Dangerous Complicity from État Libre d’Orange is a fragrance that would be more aptly named “Generic Simplicity,” in my opinion. In my experience, the company’s edgy or provocative names (and marketing) rarely match the scent in question, and Dangerous Complicity is no different. It’s a shame, because the perfume’s notes looked pretty damn spectacular.
The original company description for the scent was all about Adam and Eve: “By eating the forbidden fruit, complicity took on another dimension, and became dangerous. They lost their innocence and their paradise. The door was opened to carnal energy, they were liberated from restrictions, and they could now create their own version of Eden. That forbidden fruit became a one-way ticket to Etat Libre d’Orange.” Press release are frequently over the top but, in this case, for this particular scent, I find the description not only ridiculous but absolutely laughable. If my eyes rolled back in my head any more, they would fall out.
Dangerous Complicity is an eau de parfum that was created by Violaine Collas, and released in 2012. On its website, État Libre currently describes the scent and its notes as follows:
Gimme Danger Little Stranger…
Every dangerous complicity requires the infusion of something that can endure beyond desire, beyond the commitment – a scent that speaks the language of the skin.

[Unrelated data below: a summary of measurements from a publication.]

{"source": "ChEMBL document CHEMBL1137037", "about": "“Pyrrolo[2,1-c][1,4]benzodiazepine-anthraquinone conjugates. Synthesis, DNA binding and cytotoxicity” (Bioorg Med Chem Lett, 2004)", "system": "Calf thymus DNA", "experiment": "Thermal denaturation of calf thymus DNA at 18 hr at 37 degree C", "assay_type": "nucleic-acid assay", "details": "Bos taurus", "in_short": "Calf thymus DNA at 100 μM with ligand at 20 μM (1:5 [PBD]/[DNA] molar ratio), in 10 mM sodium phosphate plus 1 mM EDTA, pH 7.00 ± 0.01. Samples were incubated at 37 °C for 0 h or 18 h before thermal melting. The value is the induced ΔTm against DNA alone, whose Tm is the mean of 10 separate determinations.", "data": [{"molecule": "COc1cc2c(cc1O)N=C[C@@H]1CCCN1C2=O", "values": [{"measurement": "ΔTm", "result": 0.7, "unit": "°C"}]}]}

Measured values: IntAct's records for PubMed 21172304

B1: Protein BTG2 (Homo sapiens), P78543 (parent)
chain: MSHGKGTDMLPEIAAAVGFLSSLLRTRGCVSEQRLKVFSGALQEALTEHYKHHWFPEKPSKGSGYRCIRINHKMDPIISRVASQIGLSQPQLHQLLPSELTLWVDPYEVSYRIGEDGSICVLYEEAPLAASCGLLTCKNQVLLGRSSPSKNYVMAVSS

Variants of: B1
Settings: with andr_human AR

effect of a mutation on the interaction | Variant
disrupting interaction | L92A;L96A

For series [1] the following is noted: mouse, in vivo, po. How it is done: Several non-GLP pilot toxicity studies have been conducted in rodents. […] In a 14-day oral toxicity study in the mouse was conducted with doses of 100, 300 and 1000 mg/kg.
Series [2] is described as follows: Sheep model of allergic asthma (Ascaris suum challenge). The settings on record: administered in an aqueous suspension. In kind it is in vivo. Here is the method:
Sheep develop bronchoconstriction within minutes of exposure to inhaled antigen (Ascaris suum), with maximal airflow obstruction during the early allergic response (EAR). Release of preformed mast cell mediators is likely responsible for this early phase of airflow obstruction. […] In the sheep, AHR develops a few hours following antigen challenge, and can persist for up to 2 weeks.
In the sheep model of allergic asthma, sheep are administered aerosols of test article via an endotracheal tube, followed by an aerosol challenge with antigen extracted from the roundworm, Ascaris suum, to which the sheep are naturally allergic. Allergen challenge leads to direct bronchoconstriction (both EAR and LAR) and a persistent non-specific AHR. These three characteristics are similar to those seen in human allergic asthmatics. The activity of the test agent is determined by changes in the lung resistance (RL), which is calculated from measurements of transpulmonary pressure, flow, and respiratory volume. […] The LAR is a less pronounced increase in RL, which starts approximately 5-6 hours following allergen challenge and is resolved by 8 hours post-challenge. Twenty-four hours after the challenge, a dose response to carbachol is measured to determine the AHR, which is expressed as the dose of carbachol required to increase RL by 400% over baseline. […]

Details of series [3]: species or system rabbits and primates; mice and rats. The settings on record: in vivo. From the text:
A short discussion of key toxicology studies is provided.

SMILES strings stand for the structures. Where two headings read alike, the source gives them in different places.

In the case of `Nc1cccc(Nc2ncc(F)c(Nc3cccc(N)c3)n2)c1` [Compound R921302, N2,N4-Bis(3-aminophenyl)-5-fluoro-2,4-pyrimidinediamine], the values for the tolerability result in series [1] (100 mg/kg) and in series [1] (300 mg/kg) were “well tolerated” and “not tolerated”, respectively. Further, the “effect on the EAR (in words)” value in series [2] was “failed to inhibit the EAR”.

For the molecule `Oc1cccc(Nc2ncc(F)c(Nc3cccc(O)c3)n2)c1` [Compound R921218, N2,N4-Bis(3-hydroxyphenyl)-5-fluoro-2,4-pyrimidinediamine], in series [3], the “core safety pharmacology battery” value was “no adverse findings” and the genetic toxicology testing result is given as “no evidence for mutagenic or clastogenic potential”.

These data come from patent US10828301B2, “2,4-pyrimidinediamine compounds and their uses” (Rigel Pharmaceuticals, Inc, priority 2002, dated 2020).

Rum JE, ginger JE, coconut JE, bay essence, calamus essence, osmanthus absolute, Egyptian jasmine absolute, ylang ylang essence, lorenox, patchouli essence, leather accord, sandalwood, cashmere woods….
A very brief word about some of the notes. Fragrantica says Lorenox is “a complex accord developed by Mane which can be described as woody, ambery, leathery, aromatic.” For Calamus, Fragrantica writes that it is a type of grass originally from India whose root “is used to render a refreshing, soft spicy note that resembles cinnamon.” The latter isn’t a significant part of the scent on my skin, but the former is.
Dangerous Complicity opens with a lovely bouquet that is boozy, spicy, fruity, floral, smoky and lightly leathered. First and foremost, there is osmanthus, smelling both floral and like apricots. It is drenched with rum, aromatic bay leaf, and ginger (in that order of prominence). Tiny droplets of coconut milk are scattered on top, barely there for most of the opening but occasionally reflecting a creamy, lactonic freshness. On the sidelines, you can almost make out the shape of the jasmine, ylang ylang, spicy patchouli, and smoky leather, but they hover about like tiny, spectral images for the first few minutes. More noticeable is the woodiness in the base, though it merely feels like abstract woods infused with birch tar and smoke, rather than actual sandalwood or cashmeran. As a whole, and particularly from afar, Dangerous Complicity opens primarily as a boozy rum cocktail with ginger, richly floral notes, apricot fruitiness, and tiny puffs of tarry smoke.